By: Carl Koerner
I recently was chatting with a residential mortgage broker and learned that conventional mortgages, those that qualify for purchase by Fannie Mae, carry a higher interest rate than “jumbo” mortgages, those that are too large to conform to Fannie Mae requirements. For many years, conventional mortgages carried the lowest interest rates and borrowers who required larger mortgages paid a premium for the privilege. Today the market is inverted. Part of the reason has to do with higher charges imposed by Fannie Mae. There is also the possibility that the market perceives jumbo mortgage borrowers of higher credit quality than conventional borrowers. But another key factor is that there are more dollars seeking investment in mortgages than there are borrowers seeking mortgages.
A similar point was made in a recent article which reported that private equity funds are sitting on $1.5 trillion in cash held for investment. This hoard represents the highest amount on record, and more than double what it was just five years ago. In addition to that, there is an additional $156 billion dollars which investors have pulled out of stocks and into bonds and money market funds in 2019. And, of course, we read every day how the Federal Reserve is working to keep interest rates in check and supplying liquidity to various markets as their foreign counterparts do likewise even to the point in some cases of imposing negative interest rates.
Our world economy is awash in cash. From my conversations with clients, colleagues and fellow professionals, it appears that many businesses have very little need for that cash. More businesses today are able to grow without significant investment in capital assets. Cash flows have been aided by just in time inventory methods, direct distribution from manufacturer to end user, technology solutions which mitigate capital equipment requirements and cloud-based payment processing.
But the old axiom remains true—the best time to borrow money is when you have no need for it. Lenders love to lend money to companies when they are flush. And when a company actually needs to borrow, lenders start to get skittish. The same is true for companies considering a sale. It is much easier to hold value when selling is an option, rather than a requirement.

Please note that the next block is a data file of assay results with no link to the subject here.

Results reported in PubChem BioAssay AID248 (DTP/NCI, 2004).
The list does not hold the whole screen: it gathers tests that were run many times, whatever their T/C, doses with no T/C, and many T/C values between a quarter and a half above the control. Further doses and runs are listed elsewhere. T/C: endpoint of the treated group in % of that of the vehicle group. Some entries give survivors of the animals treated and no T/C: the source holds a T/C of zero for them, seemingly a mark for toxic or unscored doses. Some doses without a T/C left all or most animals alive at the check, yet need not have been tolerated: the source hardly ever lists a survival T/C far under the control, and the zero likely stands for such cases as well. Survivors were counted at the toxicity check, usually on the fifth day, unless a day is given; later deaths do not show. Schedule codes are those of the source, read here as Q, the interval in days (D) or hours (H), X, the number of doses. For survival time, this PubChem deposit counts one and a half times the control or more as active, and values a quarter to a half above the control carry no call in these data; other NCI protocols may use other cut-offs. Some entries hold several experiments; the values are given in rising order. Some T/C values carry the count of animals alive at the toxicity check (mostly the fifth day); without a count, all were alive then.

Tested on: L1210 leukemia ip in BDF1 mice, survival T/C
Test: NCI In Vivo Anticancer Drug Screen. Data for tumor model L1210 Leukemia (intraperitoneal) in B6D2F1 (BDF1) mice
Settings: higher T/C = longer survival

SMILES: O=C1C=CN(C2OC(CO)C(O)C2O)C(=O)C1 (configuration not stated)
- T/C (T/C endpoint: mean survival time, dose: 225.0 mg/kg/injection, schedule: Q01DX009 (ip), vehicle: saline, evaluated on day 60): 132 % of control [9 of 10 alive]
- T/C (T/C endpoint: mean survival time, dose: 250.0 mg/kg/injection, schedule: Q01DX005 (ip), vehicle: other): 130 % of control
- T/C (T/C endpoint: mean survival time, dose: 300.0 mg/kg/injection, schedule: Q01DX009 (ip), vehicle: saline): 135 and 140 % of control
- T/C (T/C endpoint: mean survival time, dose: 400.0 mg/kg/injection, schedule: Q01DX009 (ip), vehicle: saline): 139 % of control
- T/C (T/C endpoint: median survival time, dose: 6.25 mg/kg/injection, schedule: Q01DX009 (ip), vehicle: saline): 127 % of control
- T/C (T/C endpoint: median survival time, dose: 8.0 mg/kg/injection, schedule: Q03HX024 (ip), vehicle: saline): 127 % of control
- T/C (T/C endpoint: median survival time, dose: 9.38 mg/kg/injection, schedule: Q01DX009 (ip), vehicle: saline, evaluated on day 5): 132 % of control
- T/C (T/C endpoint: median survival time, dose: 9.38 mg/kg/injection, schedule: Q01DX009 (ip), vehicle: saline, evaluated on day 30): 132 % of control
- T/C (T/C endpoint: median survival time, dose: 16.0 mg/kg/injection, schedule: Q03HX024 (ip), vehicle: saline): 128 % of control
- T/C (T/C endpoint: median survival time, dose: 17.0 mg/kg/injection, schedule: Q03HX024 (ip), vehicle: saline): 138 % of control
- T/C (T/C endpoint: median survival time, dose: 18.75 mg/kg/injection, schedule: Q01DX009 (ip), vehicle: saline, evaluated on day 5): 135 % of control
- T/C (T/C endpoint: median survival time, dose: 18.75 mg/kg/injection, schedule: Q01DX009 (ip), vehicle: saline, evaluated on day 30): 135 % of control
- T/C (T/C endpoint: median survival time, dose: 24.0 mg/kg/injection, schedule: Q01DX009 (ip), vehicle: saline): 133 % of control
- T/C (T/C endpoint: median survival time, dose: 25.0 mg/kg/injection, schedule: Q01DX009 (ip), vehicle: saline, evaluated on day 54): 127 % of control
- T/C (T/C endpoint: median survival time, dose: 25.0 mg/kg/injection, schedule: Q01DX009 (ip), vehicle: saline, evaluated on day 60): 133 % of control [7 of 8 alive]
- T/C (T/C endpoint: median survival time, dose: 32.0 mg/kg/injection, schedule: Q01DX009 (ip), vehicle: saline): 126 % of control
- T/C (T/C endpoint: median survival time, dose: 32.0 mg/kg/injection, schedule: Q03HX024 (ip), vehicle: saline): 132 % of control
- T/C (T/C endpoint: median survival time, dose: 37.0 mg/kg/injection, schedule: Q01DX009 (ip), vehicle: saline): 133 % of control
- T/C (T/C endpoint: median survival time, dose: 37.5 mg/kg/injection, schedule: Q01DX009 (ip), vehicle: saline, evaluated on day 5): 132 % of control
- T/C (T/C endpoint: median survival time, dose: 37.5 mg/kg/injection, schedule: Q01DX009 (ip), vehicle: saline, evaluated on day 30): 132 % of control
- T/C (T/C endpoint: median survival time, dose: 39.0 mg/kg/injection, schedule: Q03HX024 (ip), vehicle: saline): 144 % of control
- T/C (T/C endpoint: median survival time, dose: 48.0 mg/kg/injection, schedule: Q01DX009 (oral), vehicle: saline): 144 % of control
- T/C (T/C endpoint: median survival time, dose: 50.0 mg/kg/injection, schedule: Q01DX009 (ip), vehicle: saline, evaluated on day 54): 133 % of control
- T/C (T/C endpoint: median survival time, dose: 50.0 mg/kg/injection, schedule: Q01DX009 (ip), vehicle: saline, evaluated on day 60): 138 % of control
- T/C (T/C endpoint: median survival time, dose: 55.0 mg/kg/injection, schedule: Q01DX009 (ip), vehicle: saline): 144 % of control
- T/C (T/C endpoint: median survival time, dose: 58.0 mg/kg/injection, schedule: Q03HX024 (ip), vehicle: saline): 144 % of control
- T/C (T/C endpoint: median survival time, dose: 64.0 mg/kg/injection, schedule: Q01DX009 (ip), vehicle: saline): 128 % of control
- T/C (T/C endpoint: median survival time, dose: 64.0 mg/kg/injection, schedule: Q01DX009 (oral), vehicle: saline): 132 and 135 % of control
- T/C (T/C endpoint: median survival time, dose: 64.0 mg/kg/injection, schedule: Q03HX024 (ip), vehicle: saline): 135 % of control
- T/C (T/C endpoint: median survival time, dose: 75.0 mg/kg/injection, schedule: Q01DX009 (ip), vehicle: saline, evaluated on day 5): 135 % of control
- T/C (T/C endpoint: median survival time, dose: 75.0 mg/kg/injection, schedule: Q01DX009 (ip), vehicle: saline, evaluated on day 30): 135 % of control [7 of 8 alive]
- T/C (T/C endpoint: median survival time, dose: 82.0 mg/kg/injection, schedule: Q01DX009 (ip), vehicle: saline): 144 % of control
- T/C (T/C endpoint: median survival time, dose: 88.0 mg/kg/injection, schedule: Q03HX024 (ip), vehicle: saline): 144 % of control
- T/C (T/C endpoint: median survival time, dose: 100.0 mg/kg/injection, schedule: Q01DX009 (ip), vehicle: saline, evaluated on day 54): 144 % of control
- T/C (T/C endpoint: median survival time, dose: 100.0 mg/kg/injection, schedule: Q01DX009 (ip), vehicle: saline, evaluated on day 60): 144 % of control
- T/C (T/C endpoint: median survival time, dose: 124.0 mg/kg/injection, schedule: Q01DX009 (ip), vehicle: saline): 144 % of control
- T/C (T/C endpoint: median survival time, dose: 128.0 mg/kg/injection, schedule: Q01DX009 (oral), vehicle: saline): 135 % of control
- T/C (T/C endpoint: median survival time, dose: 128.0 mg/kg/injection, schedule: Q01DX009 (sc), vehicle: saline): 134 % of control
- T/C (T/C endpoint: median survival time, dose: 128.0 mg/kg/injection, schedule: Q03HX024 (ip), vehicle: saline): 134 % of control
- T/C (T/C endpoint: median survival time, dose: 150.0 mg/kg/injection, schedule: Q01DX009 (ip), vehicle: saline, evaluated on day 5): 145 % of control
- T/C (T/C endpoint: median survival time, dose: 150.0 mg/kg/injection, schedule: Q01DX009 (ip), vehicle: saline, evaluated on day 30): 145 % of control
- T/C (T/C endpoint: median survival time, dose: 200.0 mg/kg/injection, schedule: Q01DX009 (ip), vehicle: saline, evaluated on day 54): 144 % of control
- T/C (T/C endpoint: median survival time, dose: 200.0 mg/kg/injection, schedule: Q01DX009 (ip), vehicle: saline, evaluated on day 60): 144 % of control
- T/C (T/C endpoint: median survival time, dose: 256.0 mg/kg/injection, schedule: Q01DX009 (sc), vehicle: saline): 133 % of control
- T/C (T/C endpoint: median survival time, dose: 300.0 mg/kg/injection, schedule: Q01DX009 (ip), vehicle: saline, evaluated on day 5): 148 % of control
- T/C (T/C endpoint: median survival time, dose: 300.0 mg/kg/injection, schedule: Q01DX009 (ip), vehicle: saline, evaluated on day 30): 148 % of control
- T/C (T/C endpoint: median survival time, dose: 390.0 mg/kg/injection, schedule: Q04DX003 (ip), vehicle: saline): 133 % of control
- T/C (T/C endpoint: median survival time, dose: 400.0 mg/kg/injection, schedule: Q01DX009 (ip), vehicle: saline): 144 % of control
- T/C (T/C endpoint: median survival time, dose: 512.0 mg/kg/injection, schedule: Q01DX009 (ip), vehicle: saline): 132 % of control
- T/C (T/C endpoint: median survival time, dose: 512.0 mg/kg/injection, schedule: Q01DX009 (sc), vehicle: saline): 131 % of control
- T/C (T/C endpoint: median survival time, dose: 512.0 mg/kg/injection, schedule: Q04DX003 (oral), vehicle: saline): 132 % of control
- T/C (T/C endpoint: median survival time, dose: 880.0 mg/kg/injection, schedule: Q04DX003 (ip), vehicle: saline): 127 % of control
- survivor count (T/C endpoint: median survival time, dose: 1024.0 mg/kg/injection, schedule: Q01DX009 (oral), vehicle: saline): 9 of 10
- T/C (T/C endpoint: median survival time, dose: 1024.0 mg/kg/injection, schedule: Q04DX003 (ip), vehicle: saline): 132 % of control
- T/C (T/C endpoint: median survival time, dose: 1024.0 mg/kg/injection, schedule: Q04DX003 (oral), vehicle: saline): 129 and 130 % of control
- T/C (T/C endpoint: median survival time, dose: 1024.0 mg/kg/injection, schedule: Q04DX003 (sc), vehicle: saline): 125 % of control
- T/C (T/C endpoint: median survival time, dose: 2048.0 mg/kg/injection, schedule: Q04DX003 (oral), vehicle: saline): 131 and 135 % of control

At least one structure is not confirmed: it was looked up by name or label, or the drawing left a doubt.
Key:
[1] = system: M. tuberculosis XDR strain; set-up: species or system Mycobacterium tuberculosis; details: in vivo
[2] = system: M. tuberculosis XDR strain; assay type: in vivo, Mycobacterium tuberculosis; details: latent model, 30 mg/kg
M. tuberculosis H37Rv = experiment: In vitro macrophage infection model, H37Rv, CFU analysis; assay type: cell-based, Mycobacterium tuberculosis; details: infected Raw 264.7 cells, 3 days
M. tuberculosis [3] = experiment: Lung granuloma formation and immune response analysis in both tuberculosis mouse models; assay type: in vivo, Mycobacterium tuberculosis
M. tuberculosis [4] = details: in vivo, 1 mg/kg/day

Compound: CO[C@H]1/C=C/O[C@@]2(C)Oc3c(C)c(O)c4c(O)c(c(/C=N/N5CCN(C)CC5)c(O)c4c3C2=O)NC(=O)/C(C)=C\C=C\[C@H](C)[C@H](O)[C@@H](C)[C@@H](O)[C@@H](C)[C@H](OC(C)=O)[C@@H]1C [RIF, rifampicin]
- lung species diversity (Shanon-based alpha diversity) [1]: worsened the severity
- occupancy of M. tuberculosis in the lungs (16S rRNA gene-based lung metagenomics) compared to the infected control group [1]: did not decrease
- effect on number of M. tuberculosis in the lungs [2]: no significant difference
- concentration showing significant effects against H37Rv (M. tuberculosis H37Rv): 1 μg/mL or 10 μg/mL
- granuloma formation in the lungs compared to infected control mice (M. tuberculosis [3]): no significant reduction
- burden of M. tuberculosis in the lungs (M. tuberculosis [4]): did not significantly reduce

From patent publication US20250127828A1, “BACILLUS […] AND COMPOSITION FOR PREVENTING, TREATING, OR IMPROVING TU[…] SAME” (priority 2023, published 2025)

Seasons come and go. Markets ebb and flow. Abundant liquidity will in time abate and money will become tighter. The precipitating event or series of events that mark the shift will be clear to us all after the fact. I will be happy to point out the obvious signs of the changing tide in hindsight. Now is the season to stock up on cash. You may never need it, but too much cash is something I consider a high-level problem. On the other hand, if you need cash and can’t get it that won’t be fun at all.
Liquidity transactions have their costs: transaction fees, interest charges, taxes, etc. With equity transactions, the cost is less tangible. It is the risk that the market has not fully priced in asset values, which leads to the question: “How much have I left on the table?” That concern reminds me of the response of banker Baron Rothschild when asked how he accumulated his wealth. He reportedly said that he made his money “by selling too soon.”
A transaction that brings you liquidity that you never need is like the umbrella which you carry in anticipation of rain. If it never rains, you have suffered a modest inconvenience. But if the storm does come, you could end up much worse off than merely with a wet suit of clothes. There can be great benefit taking an action too soon.